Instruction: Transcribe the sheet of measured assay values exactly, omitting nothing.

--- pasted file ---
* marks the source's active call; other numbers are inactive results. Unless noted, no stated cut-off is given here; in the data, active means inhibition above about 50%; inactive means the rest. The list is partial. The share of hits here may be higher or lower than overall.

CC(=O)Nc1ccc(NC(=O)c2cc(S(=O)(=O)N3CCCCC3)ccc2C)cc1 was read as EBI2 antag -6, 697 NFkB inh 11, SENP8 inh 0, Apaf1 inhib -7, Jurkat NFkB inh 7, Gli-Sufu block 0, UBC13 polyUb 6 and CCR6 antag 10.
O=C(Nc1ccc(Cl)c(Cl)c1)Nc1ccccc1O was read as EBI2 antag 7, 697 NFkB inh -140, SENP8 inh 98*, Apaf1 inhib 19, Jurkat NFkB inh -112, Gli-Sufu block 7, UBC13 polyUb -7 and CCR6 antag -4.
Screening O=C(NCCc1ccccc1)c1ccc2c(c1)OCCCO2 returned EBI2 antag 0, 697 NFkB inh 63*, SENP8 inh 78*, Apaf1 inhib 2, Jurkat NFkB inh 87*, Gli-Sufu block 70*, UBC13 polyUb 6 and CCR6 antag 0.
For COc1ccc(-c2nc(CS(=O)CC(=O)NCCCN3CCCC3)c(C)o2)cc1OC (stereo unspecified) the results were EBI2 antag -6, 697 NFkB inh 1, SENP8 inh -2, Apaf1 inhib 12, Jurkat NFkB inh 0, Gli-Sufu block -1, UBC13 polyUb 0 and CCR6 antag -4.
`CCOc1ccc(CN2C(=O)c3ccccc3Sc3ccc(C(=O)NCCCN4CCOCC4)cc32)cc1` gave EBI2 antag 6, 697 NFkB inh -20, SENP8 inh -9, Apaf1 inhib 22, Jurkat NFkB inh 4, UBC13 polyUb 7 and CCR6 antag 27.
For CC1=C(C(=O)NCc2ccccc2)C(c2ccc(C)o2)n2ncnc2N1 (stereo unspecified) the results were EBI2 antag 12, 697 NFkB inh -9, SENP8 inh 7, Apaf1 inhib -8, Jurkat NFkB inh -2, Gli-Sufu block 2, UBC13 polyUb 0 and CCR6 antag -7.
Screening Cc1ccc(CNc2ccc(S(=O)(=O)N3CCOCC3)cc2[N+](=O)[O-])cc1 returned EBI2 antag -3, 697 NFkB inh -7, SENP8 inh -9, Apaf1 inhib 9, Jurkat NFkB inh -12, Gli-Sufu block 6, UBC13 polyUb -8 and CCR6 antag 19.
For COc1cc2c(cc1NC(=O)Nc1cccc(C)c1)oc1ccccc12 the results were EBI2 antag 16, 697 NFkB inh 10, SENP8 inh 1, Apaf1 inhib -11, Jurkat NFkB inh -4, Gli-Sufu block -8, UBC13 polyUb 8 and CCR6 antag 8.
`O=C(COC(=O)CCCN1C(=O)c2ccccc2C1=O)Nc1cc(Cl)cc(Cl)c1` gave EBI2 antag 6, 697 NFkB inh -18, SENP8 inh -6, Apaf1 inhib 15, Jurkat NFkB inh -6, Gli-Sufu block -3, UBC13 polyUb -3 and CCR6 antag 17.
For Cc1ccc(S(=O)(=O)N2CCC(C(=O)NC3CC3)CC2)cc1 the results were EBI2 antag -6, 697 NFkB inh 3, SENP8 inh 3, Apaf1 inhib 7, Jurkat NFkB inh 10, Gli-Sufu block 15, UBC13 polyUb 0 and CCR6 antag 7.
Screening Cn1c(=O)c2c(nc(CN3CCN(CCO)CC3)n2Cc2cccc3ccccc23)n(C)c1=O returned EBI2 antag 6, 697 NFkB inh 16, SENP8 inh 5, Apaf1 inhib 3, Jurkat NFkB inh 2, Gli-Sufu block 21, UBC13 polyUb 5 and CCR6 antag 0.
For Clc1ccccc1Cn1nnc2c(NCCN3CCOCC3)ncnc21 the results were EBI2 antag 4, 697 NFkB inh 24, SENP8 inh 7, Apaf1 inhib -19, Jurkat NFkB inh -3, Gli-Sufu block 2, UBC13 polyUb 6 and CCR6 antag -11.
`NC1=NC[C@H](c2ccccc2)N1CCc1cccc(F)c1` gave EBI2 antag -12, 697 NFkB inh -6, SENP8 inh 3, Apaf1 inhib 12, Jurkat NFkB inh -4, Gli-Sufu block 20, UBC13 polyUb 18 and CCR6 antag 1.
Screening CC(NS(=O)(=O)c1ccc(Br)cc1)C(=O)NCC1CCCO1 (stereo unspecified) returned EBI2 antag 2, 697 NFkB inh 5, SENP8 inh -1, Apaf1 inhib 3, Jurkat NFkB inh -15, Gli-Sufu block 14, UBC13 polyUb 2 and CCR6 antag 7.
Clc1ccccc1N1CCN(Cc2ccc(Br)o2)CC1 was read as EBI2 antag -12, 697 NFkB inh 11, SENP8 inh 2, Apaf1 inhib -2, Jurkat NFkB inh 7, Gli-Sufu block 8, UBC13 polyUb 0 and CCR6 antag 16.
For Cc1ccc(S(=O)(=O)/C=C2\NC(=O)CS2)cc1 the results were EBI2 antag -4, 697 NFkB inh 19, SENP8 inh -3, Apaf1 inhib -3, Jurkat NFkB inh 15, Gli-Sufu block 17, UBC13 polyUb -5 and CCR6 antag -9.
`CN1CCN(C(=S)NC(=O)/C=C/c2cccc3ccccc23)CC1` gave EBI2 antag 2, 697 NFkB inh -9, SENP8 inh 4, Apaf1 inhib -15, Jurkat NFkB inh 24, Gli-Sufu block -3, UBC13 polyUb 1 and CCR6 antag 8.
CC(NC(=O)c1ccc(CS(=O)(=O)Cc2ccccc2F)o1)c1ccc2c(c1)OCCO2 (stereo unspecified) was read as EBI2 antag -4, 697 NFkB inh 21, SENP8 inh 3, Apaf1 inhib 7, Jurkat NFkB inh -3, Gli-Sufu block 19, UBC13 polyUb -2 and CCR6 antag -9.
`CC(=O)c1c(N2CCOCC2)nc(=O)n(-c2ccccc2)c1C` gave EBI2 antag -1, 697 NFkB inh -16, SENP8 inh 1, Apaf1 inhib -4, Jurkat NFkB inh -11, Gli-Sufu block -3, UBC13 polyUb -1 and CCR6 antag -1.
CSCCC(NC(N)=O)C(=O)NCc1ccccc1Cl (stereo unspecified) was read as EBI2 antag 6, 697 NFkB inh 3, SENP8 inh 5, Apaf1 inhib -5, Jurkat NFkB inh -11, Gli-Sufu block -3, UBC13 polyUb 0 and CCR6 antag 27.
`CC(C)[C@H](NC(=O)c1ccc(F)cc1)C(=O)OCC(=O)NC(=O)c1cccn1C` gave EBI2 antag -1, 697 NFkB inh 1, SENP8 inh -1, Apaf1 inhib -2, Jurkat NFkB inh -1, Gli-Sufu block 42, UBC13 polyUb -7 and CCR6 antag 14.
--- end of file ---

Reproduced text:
* marks the source's active call; other numbers are inactive results. Unless noted, no stated cut-off is given here; in the data, active means inhibition above about 50%; inactive means the rest. The list is partial. The share of hits here may be higher or lower than overall.

CC(=O)Nc1ccc(NC(=O)c2cc(S(=O)(=O)N3CCCCC3)ccc2C)cc1 was read as EBI2 antag -6, 697 NFkB inh 11, SENP8 inh 0, Apaf1 inhib -7, Jurkat NFkB inh 7, Gli-Sufu block 0, UBC13 polyUb 6 and CCR6 antag 10.
O=C(Nc1ccc(Cl)c(Cl)c1)Nc1ccccc1O was read as EBI2 antag 7, 697 NFkB inh -140, SENP8 inh 98*, Apaf1 inhib 19, Jurkat NFkB inh -112, Gli-Sufu block 7, UBC13 polyUb -7 and CCR6 antag -4.
Screening O=C(NCCc1ccccc1)c1ccc2c(c1)OCCCO2 returned EBI2 antag 0, 697 NFkB inh 63*, SENP8 inh 78*, Apaf1 inhib 2, Jurkat NFkB inh 87*, Gli-Sufu block 70*, UBC13 polyUb 6 and CCR6 antag 0.
For COc1ccc(-c2nc(CS(=O)CC(=O)NCCCN3CCCC3)c(C)o2)cc1OC (stereo unspecified) the results were EBI2 antag -6, 697 NFkB inh 1, SENP8 inh -2, Apaf1 inhib 12, Jurkat NFkB inh 0, Gli-Sufu block -1, UBC13 polyUb 0 and CCR6 antag -4.
`CCOc1ccc(CN2C(=O)c3ccccc3Sc3ccc(C(=O)NCCCN4CCOCC4)cc32)cc1` gave EBI2 antag 6, 697 NFkB inh -20, SENP8 inh -9, Apaf1 inhib 22, Jurkat NFkB inh 4, UBC13 polyUb 7 and CCR6 antag 27.
For CC1=C(C(=O)NCc2ccccc2)C(c2ccc(C)o2)n2ncnc2N1 (stereo unspecified) the results were EBI2 antag 12, 697 NFkB inh -9, SENP8 inh 7, Apaf1 inhib -8, Jurkat NFkB inh -2, Gli-Sufu block 2, UBC13 polyUb 0 and CCR6 antag -7.
Screening Cc1ccc(CNc2ccc(S(=O)(=O)N3CCOCC3)cc2[N+](=O)[O-])cc1 returned EBI2 antag -3, 697 NFkB inh -7, SENP8 inh -9, Apaf1 inhib 9, Jurkat NFkB inh -12, Gli-Sufu block 6, UBC13 polyUb -8 and CCR6 antag 19.
For COc1cc2c(cc1NC(=O)Nc1cccc(C)c1)oc1ccccc12 the results were EBI2 antag 16, 697 NFkB inh 10, SENP8 inh 1, Apaf1 inhib -11, Jurkat NFkB inh -4, Gli-Sufu block -8, UBC13 polyUb 8 and CCR6 antag 8.
`O=C(COC(=O)CCCN1C(=O)c2ccccc2C1=O)Nc1cc(Cl)cc(Cl)c1` gave EBI2 antag 6, 697 NFkB inh -18, SENP8 inh -6, Apaf1 inhib 15, Jurkat NFkB inh -6, Gli-Sufu block -3, UBC13 polyUb -3 and CCR6 antag 17.
For Cc1ccc(S(=O)(=O)N2CCC(C(=O)NC3CC3)CC2)cc1 the results were EBI2 antag -6, 697 NFkB inh 3, SENP8 inh 3, Apaf1 inhib 7, Jurkat NFkB inh 10, Gli-Sufu block 15, UBC13 polyUb 0 and CCR6 antag 7.
Screening Cn1c(=O)c2c(nc(CN3CCN(CCO)CC3)n2Cc2cccc3ccccc23)n(C)c1=O returned EBI2 antag 6, 697 NFkB inh 16, SENP8 inh 5, Apaf1 inhib 3, Jurkat NFkB inh 2, Gli-Sufu block 21, UBC13 polyUb 5 and CCR6 antag 0.
For Clc1ccccc1Cn1nnc2c(NCCN3CCOCC3)ncnc21 the results were EBI2 antag 4, 697 NFkB inh 24, SENP8 inh 7, Apaf1 inhib -19, Jurkat NFkB inh -3, Gli-Sufu block 2, UBC13 polyUb 6 and CCR6 antag -11.
`NC1=NC[C@H](c2ccccc2)N1CCc1cccc(F)c1` gave EBI2 antag -12, 697 NFkB inh -6, SENP8 inh 3, Apaf1 inhib 12, Jurkat NFkB inh -4, Gli-Sufu block 20, UBC13 polyUb 18 and CCR6 antag 1.
Screening CC(NS(=O)(=O)c1ccc(Br)cc1)C(=O)NCC1CCCO1 (stereo unspecified) returned EBI2 antag 2, 697 NFkB inh 5, SENP8 inh -1, Apaf1 inhib 3, Jurkat NFkB inh -15, Gli-Sufu block 14, UBC13 polyUb 2 and CCR6 antag 7.
Clc1ccccc1N1CCN(Cc2ccc(Br)o2)CC1 was read as EBI2 antag -12, 697 NFkB inh 11, SENP8 inh 2, Apaf1 inhib -2, Jurkat NFkB inh 7, Gli-Sufu block 8, UBC13 polyUb 0 and CCR6 antag 16.
For Cc1ccc(S(=O)(=O)/C=C2\NC(=O)CS2)cc1 the results were EBI2 antag -4, 697 NFkB inh 19, SENP8 inh -3, Apaf1 inhib -3, Jurkat NFkB inh 15, Gli-Sufu block 17, UBC13 polyUb -5 and CCR6 antag -9.
`CN1CCN(C(=S)NC(=O)/C=C/c2cccc3ccccc23)CC1` gave EBI2 antag 2, 697 NFkB inh -9, SENP8 inh 4, Apaf1 inhib -15, Jurkat NFkB inh 24, Gli-Sufu block -3, UBC13 polyUb 1 and CCR6 antag 8.
CC(NC(=O)c1ccc(CS(=O)(=O)Cc2ccccc2F)o1)c1ccc2c(c1)OCCO2 (stereo unspecified) was read as EBI2 antag -4, 697 NFkB inh 21, SENP8 inh 3, Apaf1 inhib 7, Jurkat NFkB inh -3, Gli-Sufu block 19, UBC13 polyUb -2 and CCR6 antag -9.
`CC(=O)c1c(N2CCOCC2)nc(=O)n(-c2ccccc2)c1C` gave EBI2 antag -1, 697 NFkB inh -16, SENP8 inh 1, Apaf1 inhib -4, Jurkat NFkB inh -11, Gli-Sufu block -3, UBC13 polyUb -1 and CCR6 antag -1.
CSCCC(NC(N)=O)C(=O)NCc1ccccc1Cl (stereo unspecified) was read as EBI2 antag 6, 697 NFkB inh 3, SENP8 inh 5, Apaf1 inhib -5, Jurkat NFkB inh -11, Gli-Sufu block -3, UBC13 polyUb 0 and CCR6 antag 27.
`CC(C)[C@H](NC(=O)c1ccc(F)cc1)C(=O)OCC(=O)NC(=O)c1cccn1C` gave EBI2 antag -1, 697 NFkB inh 1, SENP8 inh -1, Apaf1 inhib -2, Jurkat NFkB inh -1, Gli-Sufu block 42, UBC13 polyUb -7 and CCR6 antag 14.